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Mutual mistake 152
1. Mistake is about a basic assumption, has a material effect, party seeking
avoidance did not assume the risk
2. Risk(154) risk allocated to a party by K, was on party in a better position to
know the risk? (Contractor v. homeowner), were parties consciously aware of
their ignorance? Must be a mistake not mere uncertainty.
3. If a collectable turns out to be more valuable, courts generally allocated risk to
owner/seller they had opportunity to ascertain true value.
4. Mistake in value generally not a defense.
B. Misunderstanding
1. Neither party aware of ambiguity NO CONTRACT, unless both parties
intended same meaning
2. Both parties aware of ambiguity NO CONTRACT, unless both parties in fact
intended same meaning
3. One party aware of ambiguity CONTRACT, K< will be enforced according to
intention of party unaware of the ambiguity.
C. Misrepresentation (159-164)
1. If P can show misrepresentation was made prior to signing can use to (1)
defense in a BoK action, (2) use at grounds for rescission or damages if P.
2. Elements of Proof:
a. Other partys state of mind: doesnt have to be intentional, can be a
negligent, or even innocent misrepresentation if it is a material fact.
b. Party must show that he justifiably relied upon the misstatement.
c. Misrepresentation must be one of fact not opinion. (this is a reliable car
vs. this car gets 30 mpg in city)
3. Can be inferred from conduct; i.e. concealment or non-disclosure may be
considered misrepresentation.
4. Fraudulent misrepresentation K is voidable by innocent party if the fraud
was justifiably relied upon.
5. Non-disclosure generally not justify rescission:
a. Non-disclosure w/o concealment usually not a misrep. However, if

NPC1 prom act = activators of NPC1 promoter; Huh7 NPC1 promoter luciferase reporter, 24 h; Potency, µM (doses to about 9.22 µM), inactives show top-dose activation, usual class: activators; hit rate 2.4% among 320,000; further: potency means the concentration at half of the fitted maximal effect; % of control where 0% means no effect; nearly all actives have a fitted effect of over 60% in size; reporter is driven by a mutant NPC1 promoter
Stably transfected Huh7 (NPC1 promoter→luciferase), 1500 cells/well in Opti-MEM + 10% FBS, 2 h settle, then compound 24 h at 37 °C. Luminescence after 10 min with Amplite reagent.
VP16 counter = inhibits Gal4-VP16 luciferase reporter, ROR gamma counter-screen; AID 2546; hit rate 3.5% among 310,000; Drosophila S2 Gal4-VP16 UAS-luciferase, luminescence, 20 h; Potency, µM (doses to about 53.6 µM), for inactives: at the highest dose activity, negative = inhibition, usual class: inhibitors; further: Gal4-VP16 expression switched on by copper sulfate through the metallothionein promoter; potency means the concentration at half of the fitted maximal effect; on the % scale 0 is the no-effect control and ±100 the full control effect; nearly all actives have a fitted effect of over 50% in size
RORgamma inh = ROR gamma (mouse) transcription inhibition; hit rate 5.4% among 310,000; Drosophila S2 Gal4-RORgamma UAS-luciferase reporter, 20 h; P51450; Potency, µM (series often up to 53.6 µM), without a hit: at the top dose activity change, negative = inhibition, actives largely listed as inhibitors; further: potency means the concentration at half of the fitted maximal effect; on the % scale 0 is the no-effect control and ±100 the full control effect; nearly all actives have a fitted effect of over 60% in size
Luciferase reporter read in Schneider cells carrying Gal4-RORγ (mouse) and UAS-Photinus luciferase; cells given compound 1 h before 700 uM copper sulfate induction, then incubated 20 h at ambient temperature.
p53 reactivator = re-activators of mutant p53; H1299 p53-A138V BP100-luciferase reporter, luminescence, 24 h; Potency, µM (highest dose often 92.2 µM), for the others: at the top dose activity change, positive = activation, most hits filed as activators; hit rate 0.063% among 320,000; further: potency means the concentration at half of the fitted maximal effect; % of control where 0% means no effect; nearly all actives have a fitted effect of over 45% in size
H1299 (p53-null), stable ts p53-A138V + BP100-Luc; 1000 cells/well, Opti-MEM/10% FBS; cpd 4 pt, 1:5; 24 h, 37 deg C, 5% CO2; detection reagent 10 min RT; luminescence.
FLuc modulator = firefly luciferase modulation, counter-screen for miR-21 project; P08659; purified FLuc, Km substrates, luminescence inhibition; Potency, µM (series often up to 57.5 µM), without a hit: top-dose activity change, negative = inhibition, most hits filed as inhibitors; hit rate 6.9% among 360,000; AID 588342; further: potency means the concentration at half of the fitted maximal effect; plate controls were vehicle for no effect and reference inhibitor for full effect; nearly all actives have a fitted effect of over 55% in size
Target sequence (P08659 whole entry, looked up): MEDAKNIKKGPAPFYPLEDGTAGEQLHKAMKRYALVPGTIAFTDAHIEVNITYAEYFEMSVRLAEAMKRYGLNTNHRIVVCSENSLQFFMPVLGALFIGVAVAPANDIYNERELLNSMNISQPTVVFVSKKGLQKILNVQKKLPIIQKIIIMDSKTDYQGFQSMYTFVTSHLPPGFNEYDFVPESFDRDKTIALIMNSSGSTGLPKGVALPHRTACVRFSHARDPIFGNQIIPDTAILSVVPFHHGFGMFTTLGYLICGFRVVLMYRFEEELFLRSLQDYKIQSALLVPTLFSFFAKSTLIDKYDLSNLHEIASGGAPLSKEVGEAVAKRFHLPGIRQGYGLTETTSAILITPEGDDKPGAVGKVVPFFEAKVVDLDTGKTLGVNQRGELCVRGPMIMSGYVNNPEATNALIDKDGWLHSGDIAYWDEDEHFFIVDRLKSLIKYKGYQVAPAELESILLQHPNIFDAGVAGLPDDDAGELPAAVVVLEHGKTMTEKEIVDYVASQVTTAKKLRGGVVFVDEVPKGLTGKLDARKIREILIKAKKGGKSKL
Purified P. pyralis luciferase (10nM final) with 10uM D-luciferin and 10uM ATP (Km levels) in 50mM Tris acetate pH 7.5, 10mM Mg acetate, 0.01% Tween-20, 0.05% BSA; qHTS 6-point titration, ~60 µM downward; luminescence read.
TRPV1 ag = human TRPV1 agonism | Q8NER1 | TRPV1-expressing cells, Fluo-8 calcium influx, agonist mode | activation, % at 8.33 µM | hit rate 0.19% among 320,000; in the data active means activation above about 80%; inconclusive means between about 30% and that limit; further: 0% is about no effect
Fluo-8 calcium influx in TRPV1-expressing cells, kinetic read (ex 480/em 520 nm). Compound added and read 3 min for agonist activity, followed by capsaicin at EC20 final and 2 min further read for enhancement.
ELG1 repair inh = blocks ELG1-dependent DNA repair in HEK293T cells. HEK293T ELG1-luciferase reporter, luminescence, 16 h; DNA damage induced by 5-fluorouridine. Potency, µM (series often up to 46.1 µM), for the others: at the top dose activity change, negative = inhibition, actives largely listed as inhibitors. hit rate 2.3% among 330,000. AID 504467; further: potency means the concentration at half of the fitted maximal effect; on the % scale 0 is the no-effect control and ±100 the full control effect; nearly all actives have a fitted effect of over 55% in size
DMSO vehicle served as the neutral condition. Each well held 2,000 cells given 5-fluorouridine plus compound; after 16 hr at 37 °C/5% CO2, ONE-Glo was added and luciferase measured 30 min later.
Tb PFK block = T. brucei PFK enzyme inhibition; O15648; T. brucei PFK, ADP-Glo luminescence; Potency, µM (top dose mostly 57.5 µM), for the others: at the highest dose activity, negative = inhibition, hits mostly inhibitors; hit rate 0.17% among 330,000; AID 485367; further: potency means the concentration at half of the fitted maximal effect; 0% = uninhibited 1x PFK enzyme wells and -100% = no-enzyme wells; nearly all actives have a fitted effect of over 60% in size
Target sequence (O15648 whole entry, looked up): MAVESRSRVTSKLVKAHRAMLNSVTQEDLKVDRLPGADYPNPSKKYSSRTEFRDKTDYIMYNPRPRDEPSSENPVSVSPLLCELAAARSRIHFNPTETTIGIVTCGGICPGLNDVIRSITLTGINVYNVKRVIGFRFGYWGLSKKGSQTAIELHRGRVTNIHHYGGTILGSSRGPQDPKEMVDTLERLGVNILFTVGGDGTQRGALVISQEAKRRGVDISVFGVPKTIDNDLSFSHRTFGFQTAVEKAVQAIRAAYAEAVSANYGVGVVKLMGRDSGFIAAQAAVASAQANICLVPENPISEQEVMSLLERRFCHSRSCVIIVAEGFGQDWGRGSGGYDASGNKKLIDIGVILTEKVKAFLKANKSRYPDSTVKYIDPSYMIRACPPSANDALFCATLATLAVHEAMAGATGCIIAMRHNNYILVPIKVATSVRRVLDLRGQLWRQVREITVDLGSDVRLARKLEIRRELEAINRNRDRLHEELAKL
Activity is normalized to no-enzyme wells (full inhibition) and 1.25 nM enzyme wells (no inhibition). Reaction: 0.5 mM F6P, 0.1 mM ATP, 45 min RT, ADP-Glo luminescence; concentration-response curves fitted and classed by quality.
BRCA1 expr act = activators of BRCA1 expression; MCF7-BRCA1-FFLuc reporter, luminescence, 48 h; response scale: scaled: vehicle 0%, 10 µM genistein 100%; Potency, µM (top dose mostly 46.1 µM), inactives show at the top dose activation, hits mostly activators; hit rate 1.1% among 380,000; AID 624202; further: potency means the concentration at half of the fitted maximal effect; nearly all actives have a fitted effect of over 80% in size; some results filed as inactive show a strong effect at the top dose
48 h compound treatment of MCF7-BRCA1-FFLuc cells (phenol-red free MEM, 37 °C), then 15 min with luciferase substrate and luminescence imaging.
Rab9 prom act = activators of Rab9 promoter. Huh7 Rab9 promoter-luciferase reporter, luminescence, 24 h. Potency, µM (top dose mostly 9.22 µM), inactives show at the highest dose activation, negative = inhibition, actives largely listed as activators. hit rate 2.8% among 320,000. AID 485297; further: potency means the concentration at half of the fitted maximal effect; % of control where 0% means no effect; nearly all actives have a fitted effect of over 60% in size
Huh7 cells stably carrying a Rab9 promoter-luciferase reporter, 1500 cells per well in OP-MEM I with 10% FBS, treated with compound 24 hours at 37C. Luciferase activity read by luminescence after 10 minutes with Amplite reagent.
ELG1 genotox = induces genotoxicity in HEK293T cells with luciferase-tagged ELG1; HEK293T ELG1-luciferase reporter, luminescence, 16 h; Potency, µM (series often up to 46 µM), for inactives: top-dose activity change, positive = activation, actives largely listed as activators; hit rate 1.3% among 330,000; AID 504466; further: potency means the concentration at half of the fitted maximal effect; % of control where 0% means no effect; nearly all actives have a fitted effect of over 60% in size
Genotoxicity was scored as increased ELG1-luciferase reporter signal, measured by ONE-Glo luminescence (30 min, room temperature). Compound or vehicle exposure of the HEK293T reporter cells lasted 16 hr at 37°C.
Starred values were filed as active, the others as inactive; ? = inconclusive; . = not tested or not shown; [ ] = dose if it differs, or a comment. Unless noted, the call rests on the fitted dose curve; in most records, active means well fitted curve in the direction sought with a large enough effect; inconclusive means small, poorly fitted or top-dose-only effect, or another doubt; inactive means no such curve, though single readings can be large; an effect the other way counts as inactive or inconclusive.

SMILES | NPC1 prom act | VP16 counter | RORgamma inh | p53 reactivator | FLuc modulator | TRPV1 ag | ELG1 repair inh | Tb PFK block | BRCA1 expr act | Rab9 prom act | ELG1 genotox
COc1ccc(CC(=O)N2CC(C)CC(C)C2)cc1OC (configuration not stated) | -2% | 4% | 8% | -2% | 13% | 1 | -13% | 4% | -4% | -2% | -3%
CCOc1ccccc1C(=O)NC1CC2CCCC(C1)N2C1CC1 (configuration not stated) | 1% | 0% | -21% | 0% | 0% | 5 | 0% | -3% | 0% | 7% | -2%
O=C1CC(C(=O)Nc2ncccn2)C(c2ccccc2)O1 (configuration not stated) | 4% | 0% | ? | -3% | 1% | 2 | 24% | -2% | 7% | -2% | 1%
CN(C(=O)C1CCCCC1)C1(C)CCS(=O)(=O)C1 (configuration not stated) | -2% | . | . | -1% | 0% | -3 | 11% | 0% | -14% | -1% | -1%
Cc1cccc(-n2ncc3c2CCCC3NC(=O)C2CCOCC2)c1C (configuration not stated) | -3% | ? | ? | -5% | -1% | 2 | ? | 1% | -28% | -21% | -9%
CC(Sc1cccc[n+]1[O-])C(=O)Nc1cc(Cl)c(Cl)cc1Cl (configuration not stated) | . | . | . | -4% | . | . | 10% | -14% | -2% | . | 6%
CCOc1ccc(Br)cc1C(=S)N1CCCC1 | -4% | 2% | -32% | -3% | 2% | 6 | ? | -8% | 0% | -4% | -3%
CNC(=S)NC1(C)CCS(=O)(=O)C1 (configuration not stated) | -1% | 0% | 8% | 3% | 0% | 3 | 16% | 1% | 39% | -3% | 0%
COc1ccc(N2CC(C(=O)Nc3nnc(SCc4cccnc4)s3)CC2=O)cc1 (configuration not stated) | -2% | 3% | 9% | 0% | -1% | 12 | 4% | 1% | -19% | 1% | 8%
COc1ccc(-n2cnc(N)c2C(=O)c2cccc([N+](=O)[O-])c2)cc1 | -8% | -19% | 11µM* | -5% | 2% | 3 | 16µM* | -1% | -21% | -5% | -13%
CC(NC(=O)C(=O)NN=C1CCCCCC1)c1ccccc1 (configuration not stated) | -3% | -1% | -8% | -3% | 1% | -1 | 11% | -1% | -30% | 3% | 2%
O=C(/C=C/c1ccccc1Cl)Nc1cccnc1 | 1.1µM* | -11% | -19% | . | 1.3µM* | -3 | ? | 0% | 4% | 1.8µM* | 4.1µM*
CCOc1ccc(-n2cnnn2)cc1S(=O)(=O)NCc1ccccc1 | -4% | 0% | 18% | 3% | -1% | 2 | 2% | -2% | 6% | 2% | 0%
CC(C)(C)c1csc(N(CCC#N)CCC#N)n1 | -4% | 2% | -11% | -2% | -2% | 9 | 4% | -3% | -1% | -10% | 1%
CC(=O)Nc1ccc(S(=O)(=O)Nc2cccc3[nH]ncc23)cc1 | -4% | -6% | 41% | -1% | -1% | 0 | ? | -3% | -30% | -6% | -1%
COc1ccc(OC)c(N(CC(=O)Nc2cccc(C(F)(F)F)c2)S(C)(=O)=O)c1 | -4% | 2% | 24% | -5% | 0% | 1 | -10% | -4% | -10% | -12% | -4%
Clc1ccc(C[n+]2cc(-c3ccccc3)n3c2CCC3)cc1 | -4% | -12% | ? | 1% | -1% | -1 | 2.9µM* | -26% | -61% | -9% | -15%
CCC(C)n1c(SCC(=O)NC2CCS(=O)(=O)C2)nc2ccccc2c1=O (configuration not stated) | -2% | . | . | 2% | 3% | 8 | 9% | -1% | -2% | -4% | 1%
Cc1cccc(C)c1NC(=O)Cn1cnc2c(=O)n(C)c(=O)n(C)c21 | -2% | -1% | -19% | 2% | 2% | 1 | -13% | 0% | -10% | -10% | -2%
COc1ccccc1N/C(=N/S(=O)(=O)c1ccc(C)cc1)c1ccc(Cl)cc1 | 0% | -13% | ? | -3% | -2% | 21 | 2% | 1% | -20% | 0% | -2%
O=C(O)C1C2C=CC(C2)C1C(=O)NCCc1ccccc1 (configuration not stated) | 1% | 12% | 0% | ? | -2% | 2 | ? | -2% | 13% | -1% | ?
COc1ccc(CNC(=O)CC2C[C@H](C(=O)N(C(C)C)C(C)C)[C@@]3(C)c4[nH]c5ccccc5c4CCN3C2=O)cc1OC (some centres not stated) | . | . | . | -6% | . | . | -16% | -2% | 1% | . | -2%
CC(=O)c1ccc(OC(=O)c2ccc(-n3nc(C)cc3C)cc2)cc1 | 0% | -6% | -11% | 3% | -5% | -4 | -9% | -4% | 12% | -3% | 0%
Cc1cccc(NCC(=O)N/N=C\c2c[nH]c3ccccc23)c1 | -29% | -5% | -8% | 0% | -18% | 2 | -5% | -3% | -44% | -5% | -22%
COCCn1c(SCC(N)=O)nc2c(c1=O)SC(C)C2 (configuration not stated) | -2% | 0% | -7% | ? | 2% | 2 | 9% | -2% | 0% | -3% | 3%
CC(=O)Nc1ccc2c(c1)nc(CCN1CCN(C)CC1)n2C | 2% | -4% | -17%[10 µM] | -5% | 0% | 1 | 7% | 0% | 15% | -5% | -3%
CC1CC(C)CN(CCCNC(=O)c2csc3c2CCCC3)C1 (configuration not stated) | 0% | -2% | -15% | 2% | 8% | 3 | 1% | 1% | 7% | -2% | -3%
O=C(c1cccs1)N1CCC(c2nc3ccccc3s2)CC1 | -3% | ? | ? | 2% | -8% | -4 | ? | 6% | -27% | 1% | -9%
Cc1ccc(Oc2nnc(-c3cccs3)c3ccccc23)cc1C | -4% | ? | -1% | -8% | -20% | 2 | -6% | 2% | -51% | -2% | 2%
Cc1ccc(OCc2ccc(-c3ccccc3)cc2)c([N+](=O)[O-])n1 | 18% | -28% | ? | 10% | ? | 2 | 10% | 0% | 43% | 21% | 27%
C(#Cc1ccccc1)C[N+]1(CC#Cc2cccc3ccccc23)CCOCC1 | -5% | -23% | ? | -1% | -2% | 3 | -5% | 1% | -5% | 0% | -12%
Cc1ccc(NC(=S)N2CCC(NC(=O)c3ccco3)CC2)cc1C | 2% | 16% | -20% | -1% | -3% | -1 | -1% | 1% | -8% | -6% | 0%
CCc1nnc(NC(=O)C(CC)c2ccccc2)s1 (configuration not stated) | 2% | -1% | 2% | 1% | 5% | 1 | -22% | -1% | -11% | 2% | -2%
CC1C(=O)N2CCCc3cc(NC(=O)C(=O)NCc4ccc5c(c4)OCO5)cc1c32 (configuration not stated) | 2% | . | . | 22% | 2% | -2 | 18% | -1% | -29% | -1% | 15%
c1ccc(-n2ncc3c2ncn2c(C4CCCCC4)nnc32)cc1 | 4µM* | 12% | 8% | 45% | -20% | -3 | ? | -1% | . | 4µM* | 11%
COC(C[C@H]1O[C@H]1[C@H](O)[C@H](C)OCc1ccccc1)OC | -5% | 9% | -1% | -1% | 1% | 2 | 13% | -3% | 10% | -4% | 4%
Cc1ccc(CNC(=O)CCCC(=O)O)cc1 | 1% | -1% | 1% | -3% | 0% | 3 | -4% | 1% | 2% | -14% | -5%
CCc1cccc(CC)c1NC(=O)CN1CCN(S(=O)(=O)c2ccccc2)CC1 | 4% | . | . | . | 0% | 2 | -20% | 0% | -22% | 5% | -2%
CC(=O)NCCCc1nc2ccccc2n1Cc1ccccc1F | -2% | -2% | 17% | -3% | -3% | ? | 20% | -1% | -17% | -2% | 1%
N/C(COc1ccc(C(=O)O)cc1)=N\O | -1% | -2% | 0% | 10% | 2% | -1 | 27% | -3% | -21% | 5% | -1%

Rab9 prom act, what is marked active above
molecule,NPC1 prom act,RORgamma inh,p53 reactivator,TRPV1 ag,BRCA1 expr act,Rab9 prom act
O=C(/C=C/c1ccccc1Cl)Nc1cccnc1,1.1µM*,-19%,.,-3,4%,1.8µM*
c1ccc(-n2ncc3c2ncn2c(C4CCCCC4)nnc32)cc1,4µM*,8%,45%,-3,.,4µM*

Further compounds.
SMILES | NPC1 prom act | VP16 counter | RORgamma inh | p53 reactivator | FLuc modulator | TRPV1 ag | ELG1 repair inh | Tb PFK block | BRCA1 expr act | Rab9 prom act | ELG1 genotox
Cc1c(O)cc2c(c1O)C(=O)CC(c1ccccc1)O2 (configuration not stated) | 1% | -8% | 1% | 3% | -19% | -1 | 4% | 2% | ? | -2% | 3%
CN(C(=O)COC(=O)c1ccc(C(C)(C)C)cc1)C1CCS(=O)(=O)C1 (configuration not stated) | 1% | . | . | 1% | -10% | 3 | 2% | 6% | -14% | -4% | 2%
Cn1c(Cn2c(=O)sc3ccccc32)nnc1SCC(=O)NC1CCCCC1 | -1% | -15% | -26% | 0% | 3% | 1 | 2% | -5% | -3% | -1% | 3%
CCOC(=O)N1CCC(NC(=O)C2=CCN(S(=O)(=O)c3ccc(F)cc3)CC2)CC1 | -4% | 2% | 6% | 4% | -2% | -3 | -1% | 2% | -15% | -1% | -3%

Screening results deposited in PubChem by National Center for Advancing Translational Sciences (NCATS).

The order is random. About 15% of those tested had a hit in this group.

nondiscloure is material or fraudulent K is void.
b. Half-truths; positive concealment; failure to correct past statements;
fiduciary relationship; failure to correct mistake
6. Nonfraudulent Misrepresentation
a. K is voidable if innocent party justifiably relied on the misrepresentation
and it was material.
Material if: (1)it would induce a reasonable person to agree, or
(2) the maker knows for some special reason it is likely to induce that
particular recipient to agree, even if a RPP would not.
7. Promissory Fraud making a promise knowing you cant keep it, is it mere
puffery? Or fraudulent misrepresentation?(Speakers of sport v. proserve)
a. Consideration not necessary if facts indicate promisor should be estopped;
enforceable if (1) promisor reasonably expected to induce action or
forbearance, (2) such action or forbearance is induced
b. Remedy may be limited as justice requires may only get reliance
damages not expectation
8. Remedies Rescission, and all remedies for breach. Period to bring action for
fraud does not run until party knew or should have known of fraud.
A. General Rules and Maxims of Contract Interpretation
1. Partys state different meanings(201, 227)
2. Aiding Interpretation(202)
3. 204 1-303(g) term omitted? Go to supplemental terms section
4. Course of Performance, course of dealing, usage of trade. (202(4)228, 1303(d) 13)
5. If primary purpose can be found, given great weight
6. Terms interpreted to have reasonably, lawful, effective meaning
7. 206 interpreted against the draftsman
8. Negotiated terms weighed over standard terms
B. Parole Evidence and Interpretation
1. General and Terms
a. Evidence of a prior agreement, written and oral, may never be admitted to
contradict an integrated writing, and may not add to a fully integrated K.
(can still be explained by course of performance, course of dealing, or
trade usage, 1-303 13) TU defined 222; CoD defined 223
Even with a merger clause CoP, CoD and TU are still admissible
unless explicitly precluded
If promisor knows the promisee doesnt know a TU term and doesnt